First, here is my forecast: (Click image to enlarge)

ASIE_forecast_2011

Based on the 1980 – 2010 downward Arctic Sea Ice trend,  my forecast is that September, 2011 SIE will decline  0.36 below 2010 levels, to 4.54 million km^2, with a confidence band of +- 0.59.

How Did I Develop My Forecast?

I have written a number of posts on Arctic Sea Ice Extent (here, here, here). In this post, I used the NSDIC‘s monthly data file (link)  to construct a quadratic regression model of September sea ice extent for the 1980 – 2010 period. I then used this model to predict the September, 2011  Arctic Sea Ice Extent.

I have 2 main learning curve sources for this model:

  • Tamino‘s post on Arctic Sea Ice decline provided the basic idea of using a quadratic model to fit Arctic SIE decline.
  • John Quick’s tutorial on polynomial regression provided the how-to instructions I needed to implement Tamino’s approach in R.

RClimate Script and Links

Here is the link to my RClimate script.

Climate Time Series In a Single CSV File: Update 1

I am pleased to announce my CTS.csv file which includes 18 climate monthly time series in one easy to access csv file. This is part of  my goal of having a user friendly way for do-it-yourself citizen climate scientists to get up-to-date agency climate time series in a painless way.

Update 1: Reader Scott asked if I could provide meta data for the columns in my CTS.csv. This page lists the source agency and data links for the climate data series.

Here’s a snap shot of the first 6 rows of my  CTS.csv file. The data extends from 1880 until the most recent month.  Click image to enlarge

My hope is to make the CTS.csv the go-to file for citizen climate scientists who may want to:

  • Check temperature anomalies trends by series (GISS, HAD, NOAA, RSS, UAH)
  • Assess climate oscillations(AMO, AO, MEI, Nino34,  PDO)  trends
  • Evaluate  CO2 versus temperature anomaly relationships
  • Evaluate relationship between Sunspot numbers and anomaly temperature anomaly trends
  • Compare atmospheric transmission, SATO index  and volcanic activity
  • Assess impact of volcanoes on temperature anomaly trends
  • Compare MEI versus Nino ENSO 34 indicators
  • Assess lower stratospheric trends using RSS’s TLS series

By having these climate time series in a single csv file, R and Excel users can work with up to date data in a convenient form. The file will be automatically updated monthly as the climate agencies release their latest data.

How can CTS.csv Help Do-It-Yourself Citizen Climate Scientists?

Interested climate observers who want to compare global SSTA versus Nino34 trends, for example, have to follow a multiphase process:

  1. Find data file – even with Google this can take time
  2. Download files
  3. Merge 2 or more files to get data  into a usable format – source files all have different formats
  4. Perform analysis

Steps 1-3 can be very time consuming, so many users don’t bother checking out their ideas. Rather, they may rely on climate blog  comments. With CTS.csv and some R or Excel analysis, they can find the facts themselves rather than just having opinions.  They can submit their analysis and charts to blog posts, hopefully increasing the rigor of blog discussions.

Climate bloggers can request that their readers submit charts to back up their climate trend claims.

Data & RClimate Scripts Are All Open Book

All of the RClimate script that I use to produce the CTS.csv is available on-line at this link. Source data links are included in the function for each series.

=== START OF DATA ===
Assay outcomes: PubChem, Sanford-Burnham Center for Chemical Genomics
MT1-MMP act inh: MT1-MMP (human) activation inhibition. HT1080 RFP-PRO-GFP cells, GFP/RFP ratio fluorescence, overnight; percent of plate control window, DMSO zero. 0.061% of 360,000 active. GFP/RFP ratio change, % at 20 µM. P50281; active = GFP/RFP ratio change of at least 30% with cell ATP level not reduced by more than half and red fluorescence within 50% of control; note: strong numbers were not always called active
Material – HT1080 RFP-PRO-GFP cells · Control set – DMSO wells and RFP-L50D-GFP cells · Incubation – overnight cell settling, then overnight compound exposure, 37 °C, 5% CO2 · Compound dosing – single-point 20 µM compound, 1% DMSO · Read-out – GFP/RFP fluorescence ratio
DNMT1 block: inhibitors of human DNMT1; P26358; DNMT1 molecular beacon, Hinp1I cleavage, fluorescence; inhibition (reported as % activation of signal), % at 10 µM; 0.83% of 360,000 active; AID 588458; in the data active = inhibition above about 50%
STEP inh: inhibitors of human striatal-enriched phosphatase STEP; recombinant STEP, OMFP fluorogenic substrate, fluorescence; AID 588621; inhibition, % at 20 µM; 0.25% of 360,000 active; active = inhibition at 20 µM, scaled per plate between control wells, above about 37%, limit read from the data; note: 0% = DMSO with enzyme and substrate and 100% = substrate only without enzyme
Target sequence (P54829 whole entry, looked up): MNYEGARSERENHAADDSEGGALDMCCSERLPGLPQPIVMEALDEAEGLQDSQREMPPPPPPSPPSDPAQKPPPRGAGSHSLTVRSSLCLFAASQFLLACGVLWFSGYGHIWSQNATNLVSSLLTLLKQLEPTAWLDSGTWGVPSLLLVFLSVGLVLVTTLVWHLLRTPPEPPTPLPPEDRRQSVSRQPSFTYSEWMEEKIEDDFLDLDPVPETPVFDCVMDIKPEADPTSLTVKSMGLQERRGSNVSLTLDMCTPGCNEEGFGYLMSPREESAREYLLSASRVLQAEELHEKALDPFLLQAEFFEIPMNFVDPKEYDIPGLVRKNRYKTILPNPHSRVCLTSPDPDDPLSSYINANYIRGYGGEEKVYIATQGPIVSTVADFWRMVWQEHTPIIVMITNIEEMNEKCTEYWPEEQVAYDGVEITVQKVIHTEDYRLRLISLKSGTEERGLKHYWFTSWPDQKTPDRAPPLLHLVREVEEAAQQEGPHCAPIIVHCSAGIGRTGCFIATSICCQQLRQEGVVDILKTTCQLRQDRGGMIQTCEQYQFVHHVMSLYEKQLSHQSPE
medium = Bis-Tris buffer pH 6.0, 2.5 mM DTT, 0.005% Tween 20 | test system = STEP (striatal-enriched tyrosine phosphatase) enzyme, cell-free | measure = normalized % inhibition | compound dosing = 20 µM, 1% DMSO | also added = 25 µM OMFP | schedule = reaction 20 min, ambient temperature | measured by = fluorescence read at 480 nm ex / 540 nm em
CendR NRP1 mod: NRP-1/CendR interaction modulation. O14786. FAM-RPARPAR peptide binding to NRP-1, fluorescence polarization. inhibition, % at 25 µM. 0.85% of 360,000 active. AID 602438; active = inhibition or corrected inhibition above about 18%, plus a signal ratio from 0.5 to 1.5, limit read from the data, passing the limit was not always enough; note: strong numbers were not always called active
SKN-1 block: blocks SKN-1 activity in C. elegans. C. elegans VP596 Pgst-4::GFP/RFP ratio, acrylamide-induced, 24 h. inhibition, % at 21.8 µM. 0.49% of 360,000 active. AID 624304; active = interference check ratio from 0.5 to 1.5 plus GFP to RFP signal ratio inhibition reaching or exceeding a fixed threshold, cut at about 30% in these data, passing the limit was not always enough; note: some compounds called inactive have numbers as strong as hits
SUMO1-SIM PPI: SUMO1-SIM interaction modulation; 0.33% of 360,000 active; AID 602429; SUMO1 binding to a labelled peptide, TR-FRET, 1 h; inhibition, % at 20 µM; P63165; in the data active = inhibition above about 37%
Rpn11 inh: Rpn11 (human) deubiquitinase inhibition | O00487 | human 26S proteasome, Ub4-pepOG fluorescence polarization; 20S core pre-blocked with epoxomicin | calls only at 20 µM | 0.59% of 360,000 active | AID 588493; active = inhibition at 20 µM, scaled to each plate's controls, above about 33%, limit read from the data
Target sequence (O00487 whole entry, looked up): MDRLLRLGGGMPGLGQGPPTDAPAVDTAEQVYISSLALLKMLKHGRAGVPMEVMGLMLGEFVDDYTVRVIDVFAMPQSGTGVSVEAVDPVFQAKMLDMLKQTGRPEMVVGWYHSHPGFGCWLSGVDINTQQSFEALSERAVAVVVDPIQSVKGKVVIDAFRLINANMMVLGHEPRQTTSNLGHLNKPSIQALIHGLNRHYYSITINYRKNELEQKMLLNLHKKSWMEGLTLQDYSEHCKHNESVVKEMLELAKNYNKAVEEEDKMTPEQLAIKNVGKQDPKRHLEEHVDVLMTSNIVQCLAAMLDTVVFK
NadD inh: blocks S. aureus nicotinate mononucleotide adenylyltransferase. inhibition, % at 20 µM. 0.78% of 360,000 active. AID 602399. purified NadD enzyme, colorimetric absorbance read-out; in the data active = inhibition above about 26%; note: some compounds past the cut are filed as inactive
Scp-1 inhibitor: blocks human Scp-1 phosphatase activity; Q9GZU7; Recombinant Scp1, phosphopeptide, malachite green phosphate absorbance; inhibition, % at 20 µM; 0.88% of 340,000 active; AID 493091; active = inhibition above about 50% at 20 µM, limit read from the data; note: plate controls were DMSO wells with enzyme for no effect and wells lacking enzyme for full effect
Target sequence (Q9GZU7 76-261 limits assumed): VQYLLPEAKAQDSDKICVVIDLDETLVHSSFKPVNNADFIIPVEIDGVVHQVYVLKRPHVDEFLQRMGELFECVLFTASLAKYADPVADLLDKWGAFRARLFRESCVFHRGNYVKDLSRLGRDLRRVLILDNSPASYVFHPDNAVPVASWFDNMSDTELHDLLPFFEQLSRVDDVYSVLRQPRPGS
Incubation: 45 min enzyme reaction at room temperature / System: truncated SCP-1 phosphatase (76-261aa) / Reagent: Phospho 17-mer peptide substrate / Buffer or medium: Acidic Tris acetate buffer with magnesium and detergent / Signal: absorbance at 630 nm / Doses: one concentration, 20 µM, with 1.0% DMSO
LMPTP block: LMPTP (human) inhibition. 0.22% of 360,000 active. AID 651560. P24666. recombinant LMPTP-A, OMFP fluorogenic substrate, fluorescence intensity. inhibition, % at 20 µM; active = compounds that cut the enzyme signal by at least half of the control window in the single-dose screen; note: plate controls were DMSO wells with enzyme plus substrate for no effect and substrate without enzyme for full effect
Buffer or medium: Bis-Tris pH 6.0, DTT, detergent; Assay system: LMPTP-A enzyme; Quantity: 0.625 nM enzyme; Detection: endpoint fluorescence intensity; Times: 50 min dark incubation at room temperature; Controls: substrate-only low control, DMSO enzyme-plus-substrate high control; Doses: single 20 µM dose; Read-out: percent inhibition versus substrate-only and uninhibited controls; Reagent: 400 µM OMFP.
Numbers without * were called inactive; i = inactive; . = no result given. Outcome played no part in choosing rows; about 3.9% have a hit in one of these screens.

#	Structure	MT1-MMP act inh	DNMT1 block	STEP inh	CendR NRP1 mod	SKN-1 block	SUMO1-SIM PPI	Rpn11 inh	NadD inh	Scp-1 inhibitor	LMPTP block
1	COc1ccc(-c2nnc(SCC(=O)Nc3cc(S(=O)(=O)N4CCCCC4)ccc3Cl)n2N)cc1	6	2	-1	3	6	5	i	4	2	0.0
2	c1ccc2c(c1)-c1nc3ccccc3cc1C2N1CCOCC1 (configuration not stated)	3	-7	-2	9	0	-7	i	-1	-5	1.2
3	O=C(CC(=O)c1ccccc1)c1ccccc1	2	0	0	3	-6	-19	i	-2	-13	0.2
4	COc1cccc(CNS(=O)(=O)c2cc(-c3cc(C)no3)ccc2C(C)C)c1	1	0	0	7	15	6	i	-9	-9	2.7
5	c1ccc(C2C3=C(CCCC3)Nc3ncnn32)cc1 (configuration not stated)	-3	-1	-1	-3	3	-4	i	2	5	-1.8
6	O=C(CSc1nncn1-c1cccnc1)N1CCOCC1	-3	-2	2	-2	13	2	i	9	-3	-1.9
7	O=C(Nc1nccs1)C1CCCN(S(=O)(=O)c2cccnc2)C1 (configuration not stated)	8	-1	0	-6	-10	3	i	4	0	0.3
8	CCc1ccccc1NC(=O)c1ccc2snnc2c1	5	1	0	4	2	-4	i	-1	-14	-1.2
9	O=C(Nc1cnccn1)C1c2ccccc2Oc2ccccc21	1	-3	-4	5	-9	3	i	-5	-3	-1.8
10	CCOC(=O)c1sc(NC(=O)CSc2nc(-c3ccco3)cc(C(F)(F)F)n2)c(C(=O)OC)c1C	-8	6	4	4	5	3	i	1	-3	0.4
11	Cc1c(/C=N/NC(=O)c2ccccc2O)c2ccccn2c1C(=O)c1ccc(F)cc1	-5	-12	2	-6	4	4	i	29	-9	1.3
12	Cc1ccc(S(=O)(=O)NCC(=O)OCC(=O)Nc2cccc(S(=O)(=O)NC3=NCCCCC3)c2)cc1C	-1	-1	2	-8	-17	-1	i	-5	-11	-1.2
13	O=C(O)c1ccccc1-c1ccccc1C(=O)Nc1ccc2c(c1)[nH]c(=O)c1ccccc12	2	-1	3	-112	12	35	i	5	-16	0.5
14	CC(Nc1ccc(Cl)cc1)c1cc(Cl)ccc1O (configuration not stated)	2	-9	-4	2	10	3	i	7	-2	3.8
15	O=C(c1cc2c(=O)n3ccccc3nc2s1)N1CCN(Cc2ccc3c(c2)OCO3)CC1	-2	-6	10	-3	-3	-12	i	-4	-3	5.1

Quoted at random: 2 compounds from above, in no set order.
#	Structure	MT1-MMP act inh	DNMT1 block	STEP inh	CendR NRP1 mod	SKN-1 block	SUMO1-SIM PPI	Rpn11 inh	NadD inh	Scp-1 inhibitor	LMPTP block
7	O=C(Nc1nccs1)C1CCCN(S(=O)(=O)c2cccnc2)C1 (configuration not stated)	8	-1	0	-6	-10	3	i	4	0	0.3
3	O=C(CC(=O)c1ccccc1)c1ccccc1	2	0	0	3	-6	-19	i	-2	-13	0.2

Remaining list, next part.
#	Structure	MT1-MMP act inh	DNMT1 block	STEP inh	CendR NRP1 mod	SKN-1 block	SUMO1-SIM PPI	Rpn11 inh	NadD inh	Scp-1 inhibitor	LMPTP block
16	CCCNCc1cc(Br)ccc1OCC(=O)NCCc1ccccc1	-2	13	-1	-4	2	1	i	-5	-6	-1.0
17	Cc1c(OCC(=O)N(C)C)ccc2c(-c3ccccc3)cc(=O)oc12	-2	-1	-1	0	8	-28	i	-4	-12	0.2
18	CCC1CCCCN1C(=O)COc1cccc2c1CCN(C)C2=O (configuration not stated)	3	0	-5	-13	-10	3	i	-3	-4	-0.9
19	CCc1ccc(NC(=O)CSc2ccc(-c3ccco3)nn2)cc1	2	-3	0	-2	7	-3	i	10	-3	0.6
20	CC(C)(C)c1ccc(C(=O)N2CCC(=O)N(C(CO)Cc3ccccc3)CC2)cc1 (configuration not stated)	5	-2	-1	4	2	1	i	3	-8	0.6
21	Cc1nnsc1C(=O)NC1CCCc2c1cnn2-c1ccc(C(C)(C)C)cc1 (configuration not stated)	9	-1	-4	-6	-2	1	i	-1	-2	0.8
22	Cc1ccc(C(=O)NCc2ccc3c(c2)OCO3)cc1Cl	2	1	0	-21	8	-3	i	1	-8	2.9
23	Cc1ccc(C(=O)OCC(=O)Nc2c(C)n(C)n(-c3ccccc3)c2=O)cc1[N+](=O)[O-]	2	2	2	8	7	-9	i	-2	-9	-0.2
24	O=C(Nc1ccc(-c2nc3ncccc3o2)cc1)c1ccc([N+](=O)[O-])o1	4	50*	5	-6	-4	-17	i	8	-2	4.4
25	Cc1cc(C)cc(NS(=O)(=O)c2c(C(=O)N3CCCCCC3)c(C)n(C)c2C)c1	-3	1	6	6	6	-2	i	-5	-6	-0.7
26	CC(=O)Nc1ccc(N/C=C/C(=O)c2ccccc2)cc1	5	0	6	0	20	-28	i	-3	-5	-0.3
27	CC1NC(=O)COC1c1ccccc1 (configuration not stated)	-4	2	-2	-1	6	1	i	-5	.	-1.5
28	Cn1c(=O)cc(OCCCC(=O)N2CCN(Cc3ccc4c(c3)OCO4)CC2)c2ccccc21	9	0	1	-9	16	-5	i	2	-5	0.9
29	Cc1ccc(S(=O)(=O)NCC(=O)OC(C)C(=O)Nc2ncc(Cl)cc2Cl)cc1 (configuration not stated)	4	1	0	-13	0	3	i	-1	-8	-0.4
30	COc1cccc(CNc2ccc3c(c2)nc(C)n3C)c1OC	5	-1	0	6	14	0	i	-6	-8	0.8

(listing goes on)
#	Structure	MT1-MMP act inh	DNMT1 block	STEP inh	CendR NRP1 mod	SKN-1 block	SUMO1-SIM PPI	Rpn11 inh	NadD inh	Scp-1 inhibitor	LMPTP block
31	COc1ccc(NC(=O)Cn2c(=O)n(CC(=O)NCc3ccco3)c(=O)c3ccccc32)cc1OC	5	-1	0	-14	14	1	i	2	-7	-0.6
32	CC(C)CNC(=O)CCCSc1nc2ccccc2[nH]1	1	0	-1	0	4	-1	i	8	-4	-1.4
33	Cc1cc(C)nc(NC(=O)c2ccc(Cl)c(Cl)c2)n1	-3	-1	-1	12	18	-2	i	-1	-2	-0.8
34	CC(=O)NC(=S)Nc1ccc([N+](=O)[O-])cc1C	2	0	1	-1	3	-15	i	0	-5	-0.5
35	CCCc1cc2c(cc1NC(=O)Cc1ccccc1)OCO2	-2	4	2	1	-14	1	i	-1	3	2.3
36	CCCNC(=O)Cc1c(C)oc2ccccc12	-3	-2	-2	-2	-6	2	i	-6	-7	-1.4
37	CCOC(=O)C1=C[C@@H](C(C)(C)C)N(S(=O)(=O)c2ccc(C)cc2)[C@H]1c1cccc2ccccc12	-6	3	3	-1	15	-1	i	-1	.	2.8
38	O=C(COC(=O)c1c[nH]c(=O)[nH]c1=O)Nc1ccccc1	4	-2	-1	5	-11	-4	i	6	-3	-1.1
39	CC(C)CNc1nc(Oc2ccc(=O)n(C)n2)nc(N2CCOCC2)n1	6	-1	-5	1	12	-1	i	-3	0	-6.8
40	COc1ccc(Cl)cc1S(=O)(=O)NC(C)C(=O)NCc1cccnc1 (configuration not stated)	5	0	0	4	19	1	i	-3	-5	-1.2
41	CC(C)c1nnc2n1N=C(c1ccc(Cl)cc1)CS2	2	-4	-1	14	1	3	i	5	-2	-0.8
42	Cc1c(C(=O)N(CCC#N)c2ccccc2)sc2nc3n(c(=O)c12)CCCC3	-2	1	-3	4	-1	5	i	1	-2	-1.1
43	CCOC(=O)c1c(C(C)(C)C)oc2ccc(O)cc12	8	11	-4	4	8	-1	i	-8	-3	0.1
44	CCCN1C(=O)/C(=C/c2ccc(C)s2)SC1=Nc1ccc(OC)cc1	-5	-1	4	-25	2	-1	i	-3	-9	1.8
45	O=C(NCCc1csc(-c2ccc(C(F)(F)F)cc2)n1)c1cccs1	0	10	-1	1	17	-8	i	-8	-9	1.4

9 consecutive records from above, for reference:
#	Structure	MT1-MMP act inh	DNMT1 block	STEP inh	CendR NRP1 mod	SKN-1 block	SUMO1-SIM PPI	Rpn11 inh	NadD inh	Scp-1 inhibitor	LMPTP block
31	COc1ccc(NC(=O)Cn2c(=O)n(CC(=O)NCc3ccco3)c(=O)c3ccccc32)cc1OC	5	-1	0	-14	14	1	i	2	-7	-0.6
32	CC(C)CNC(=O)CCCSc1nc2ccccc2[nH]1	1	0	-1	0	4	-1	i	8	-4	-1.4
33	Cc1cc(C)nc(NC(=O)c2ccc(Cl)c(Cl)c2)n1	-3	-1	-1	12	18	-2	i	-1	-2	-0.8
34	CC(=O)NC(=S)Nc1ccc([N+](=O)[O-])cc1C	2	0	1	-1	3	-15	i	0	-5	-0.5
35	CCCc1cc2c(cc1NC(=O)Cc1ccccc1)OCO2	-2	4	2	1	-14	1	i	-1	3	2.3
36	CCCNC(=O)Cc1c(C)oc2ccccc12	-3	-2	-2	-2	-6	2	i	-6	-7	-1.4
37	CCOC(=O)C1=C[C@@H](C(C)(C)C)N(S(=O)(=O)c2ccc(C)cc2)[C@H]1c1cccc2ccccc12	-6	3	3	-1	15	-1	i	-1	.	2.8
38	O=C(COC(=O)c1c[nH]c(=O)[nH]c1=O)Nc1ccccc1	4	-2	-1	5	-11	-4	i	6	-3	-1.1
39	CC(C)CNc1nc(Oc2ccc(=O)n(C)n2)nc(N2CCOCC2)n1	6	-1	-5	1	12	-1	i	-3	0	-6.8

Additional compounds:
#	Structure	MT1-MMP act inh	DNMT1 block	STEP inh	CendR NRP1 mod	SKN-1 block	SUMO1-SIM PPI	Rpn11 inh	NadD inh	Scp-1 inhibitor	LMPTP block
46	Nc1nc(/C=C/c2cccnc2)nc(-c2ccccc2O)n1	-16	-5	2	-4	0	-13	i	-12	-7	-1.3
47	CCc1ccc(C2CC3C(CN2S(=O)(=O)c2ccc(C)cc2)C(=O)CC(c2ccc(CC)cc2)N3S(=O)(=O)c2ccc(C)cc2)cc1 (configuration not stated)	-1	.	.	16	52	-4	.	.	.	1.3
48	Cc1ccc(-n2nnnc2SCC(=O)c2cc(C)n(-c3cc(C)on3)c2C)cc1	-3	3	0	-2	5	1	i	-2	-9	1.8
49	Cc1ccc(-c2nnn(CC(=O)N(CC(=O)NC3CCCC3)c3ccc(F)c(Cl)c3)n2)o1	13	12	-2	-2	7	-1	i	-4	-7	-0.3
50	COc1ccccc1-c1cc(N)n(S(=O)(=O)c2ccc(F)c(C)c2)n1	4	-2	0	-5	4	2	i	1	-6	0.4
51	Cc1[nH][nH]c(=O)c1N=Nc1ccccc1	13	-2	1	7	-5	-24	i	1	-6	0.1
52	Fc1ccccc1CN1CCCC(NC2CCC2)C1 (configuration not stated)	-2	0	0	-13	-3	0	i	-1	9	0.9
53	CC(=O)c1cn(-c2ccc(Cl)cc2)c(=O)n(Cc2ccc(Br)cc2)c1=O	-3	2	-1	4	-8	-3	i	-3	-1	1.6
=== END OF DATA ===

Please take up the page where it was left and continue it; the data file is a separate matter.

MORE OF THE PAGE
Volcanic Solar Dimming, ENSO and Temperature Anomalies

In previous posts I have shown plots of global temperature anomaly, volcano and Nino34 trends (here , here). In this post , I want to further  explore the role of volcanic eruptions and Nino34 phases (El Nino, La Nina) on temperature anomalies.

This post shows a 5-panel chart of monthly climate trend data: 1) time line of major volcanoes and Volcanic Explosivity Index (VEI),  2) Mauna Loa Observatory (MLO) Atmospheric  Transmission  (AT) measurements,  3) Stratospheric Aerosol Optical Thickness (SATO) Index,   4) , Nino 34 as an indicator of ENSO and 5)  GISS land-ocean temperature anomaly.

The RClimate script and Climate Time Series data file (CTS.csv) links are provided.

First, here is  the 5-panel chart that I have made showing the monthly volcano time line with Volcano Explosivity Index (VEI) , Atmospheric Transmission at Mauna Loa Observatory, SATO Index as well as the Nino34 SSTA and GISS LOTA. (Click Image to Enlarge)

volcano_VEI_MLOAT_NINO34_GISS_plot

Continue reading

Climate Charts, Data and RClimate Scripts

While there are many online climate data resources, the source data files are in numerous data formats, presenting a challenge to climate citizen scientists who want to retrieve and analyze several climate indicators at the same time.

I have been working to develop a consolidated open access data file and RClimate scripts that users can use to retrieve climate data, conduct their own analysis  and generate their own climate charts.  My goal is to make it easier for climate citizen scientists to get their hands on the data in a simple,  usable format (CSV). This post updates the status of my RClimate efforts.

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RClimate: Converting 5 Global Temperature Anomaly Series to A Common Baseline

The 5 global land-ocean temperature anomaly (LOTA) series use different baseline periods, making direct comparisons between the series more difficult than it would be if each series had the same baseline period.

This post shows how to convert the 5 major LOTA series to a common baseline. Links to on-line source data file and RClimate script are provided. Here is long term LOTA trends using a 133 month moving average and 1979-2008 baseline.

Click to enlarge

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Nov 2010 Year-To-Date Global Temperature Anomaly 1st in 2 Series, 2nd in 3 Series: Update

This post shows the YTD global land – ocean temperature anomaly (LOTA) trends for the 5 major series through November, 2010 and how  2010 YTD ranks over the entire record for each series.  The source data  file link is provided.

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Oct 2010 Year-To-Date Global Temperature Anomaly 1st in 2 Series, 2nd in 3 Series

This post shows the YTD global land – ocean temperature anomaly (LOTA) trends for the 5 major series through October, 2010 and how  2010 YTD ranks over the entire record for each series. The source data  file link is provided.

Continue reading